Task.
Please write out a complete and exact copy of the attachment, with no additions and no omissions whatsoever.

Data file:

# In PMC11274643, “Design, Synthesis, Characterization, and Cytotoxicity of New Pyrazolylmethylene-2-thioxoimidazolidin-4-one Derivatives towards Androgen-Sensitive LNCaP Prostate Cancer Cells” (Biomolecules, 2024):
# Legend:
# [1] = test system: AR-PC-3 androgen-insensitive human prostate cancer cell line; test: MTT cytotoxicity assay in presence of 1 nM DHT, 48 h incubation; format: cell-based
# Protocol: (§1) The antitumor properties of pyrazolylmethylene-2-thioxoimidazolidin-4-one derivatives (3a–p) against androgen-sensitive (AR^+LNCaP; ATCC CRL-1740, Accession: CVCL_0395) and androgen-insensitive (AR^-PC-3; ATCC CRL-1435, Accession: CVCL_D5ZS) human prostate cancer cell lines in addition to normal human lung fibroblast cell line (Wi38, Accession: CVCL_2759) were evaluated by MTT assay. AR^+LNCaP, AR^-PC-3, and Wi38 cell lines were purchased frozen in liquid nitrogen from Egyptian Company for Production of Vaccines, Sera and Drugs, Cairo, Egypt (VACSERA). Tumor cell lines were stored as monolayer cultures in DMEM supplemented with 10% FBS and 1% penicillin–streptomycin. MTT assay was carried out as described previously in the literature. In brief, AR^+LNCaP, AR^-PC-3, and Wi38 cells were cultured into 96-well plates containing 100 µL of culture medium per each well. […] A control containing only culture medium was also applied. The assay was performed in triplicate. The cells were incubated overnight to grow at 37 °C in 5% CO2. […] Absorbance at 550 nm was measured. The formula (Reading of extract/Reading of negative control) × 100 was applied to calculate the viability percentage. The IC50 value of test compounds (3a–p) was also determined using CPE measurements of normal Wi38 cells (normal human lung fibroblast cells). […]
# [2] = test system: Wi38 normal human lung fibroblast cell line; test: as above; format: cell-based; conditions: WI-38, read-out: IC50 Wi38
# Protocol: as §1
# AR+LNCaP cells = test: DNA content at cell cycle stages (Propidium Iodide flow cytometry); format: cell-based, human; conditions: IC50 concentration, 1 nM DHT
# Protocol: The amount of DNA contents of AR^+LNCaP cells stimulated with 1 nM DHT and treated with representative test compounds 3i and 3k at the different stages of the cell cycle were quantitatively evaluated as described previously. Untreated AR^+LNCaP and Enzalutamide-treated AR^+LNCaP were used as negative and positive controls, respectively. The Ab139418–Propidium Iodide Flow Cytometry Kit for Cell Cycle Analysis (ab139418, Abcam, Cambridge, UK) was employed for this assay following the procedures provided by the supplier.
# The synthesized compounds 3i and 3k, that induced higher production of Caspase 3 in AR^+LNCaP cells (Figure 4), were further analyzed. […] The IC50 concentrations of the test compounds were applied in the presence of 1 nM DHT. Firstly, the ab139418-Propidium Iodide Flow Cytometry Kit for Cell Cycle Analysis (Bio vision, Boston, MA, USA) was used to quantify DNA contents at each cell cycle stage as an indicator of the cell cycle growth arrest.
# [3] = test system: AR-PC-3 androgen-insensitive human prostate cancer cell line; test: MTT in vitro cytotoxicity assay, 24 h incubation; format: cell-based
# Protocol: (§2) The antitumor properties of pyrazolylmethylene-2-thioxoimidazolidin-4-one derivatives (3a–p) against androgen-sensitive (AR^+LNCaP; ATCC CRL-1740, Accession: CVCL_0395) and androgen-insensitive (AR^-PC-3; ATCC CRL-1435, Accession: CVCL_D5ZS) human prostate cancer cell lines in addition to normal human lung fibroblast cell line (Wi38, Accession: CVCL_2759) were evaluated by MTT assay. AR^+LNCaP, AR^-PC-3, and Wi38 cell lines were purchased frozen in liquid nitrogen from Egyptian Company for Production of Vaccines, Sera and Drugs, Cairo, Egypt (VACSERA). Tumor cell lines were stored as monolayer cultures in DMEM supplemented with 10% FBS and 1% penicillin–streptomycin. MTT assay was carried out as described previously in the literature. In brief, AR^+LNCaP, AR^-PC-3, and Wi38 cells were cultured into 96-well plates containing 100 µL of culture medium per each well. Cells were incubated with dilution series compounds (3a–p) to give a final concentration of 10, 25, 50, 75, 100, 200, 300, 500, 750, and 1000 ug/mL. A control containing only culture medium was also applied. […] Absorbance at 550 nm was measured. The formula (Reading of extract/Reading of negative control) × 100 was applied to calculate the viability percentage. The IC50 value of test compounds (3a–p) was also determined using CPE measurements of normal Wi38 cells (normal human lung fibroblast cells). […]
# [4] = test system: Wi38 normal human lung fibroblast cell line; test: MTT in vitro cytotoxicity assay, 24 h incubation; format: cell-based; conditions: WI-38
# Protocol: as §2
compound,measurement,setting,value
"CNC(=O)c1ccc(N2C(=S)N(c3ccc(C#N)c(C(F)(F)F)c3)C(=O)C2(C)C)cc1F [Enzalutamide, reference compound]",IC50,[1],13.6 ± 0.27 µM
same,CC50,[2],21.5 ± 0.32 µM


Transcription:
# In PMC11274643, “Design, Synthesis, Characterization, and Cytotoxicity of New Pyrazolylmethylene-2-thioxoimidazolidin-4-one Derivatives towards Androgen-Sensitive LNCaP Prostate Cancer Cells” (Biomolecules, 2024):
# Legend:
# [1] = test system: AR-PC-3 androgen-insensitive human prostate cancer cell line; test: MTT cytotoxicity assay in presence of 1 nM DHT, 48 h incubation; format: cell-based
# Protocol: (§1) The antitumor properties of pyrazolylmethylene-2-thioxoimidazolidin-4-one derivatives (3a–p) against androgen-sensitive (AR^+LNCaP; ATCC CRL-1740, Accession: CVCL_0395) and androgen-insensitive (AR^-PC-3; ATCC CRL-1435, Accession: CVCL_D5ZS) human prostate cancer cell lines in addition to normal human lung fibroblast cell line (Wi38, Accession: CVCL_2759) were evaluated by MTT assay. AR^+LNCaP, AR^-PC-3, and Wi38 cell lines were purchased frozen in liquid nitrogen from Egyptian Company for Production of Vaccines, Sera and Drugs, Cairo, Egypt (VACSERA). Tumor cell lines were stored as monolayer cultures in DMEM supplemented with 10% FBS and 1% penicillin–streptomycin. MTT assay was carried out as described previously in the literature. In brief, AR^+LNCaP, AR^-PC-3, and Wi38 cells were cultured into 96-well plates containing 100 µL of culture medium per each well. […] A control containing only culture medium was also applied. The assay was performed in triplicate. The cells were incubated overnight to grow at 37 °C in 5% CO2. […] Absorbance at 550 nm was measured. The formula (Reading of extract/Reading of negative control) × 100 was applied to calculate the viability percentage. The IC50 value of test compounds (3a–p) was also determined using CPE measurements of normal Wi38 cells (normal human lung fibroblast cells). […]
# [2] = test system: Wi38 normal human lung fibroblast cell line; test: as above; format: cell-based; conditions: WI-38, read-out: IC50 Wi38
# Protocol: as §1
# AR+LNCaP cells = test: DNA content at cell cycle stages (Propidium Iodide flow cytometry); format: cell-based, human; conditions: IC50 concentration, 1 nM DHT
# Protocol: The amount of DNA contents of AR^+LNCaP cells stimulated with 1 nM DHT and treated with representative test compounds 3i and 3k at the different stages of the cell cycle were quantitatively evaluated as described previously. Untreated AR^+LNCaP and Enzalutamide-treated AR^+LNCaP were used as negative and positive controls, respectively. The Ab139418–Propidium Iodide Flow Cytometry Kit for Cell Cycle Analysis (ab139418, Abcam, Cambridge, UK) was employed for this assay following the procedures provided by the supplier.
# The synthesized compounds 3i and 3k, that induced higher production of Caspase 3 in AR^+LNCaP cells (Figure 4), were further analyzed. […] The IC50 concentrations of the test compounds were applied in the presence of 1 nM DHT. Firstly, the ab139418-Propidium Iodide Flow Cytometry Kit for Cell Cycle Analysis (Bio vision, Boston, MA, USA) was used to quantify DNA contents at each cell cycle stage as an indicator of the cell cycle growth arrest.
# [3] = test system: AR-PC-3 androgen-insensitive human prostate cancer cell line; test: MTT in vitro cytotoxicity assay, 24 h incubation; format: cell-based
# Protocol: (§2) The antitumor properties of pyrazolylmethylene-2-thioxoimidazolidin-4-one derivatives (3a–p) against androgen-sensitive (AR^+LNCaP; ATCC CRL-1740, Accession: CVCL_0395) and androgen-insensitive (AR^-PC-3; ATCC CRL-1435, Accession: CVCL_D5ZS) human prostate cancer cell lines in addition to normal human lung fibroblast cell line (Wi38, Accession: CVCL_2759) were evaluated by MTT assay. AR^+LNCaP, AR^-PC-3, and Wi38 cell lines were purchased frozen in liquid nitrogen from Egyptian Company for Production of Vaccines, Sera and Drugs, Cairo, Egypt (VACSERA). Tumor cell lines were stored as monolayer cultures in DMEM supplemented with 10% FBS and 1% penicillin–streptomycin. MTT assay was carried out as described previously in the literature. In brief, AR^+LNCaP, AR^-PC-3, and Wi38 cells were cultured into 96-well plates containing 100 µL of culture medium per each well. Cells were incubated with dilution series compounds (3a–p) to give a final concentration of 10, 25, 50, 75, 100, 200, 300, 500, 750, and 1000 ug/mL. A control containing only culture medium was also applied. […] Absorbance at 550 nm was measured. The formula (Reading of extract/Reading of negative control) × 100 was applied to calculate the viability percentage. The IC50 value of test compounds (3a–p) was also determined using CPE measurements of normal Wi38 cells (normal human lung fibroblast cells). […]
# [4] = test system: Wi38 normal human lung fibroblast cell line; test: MTT in vitro cytotoxicity assay, 24 h incubation; format: cell-based; conditions: WI-38
# Protocol: as §2
compound,measurement,setting,value
"CNC(=O)c1ccc(N2C(=S)N(c3ccc(C#N)c(C(F)(F)F)c3)C(=O)C2(C)C)cc1F [Enzalutamide, reference compound]",IC50,[1],13.6 ± 0.27 µM
same,CC50,[2],21.5 ± 0.32 µM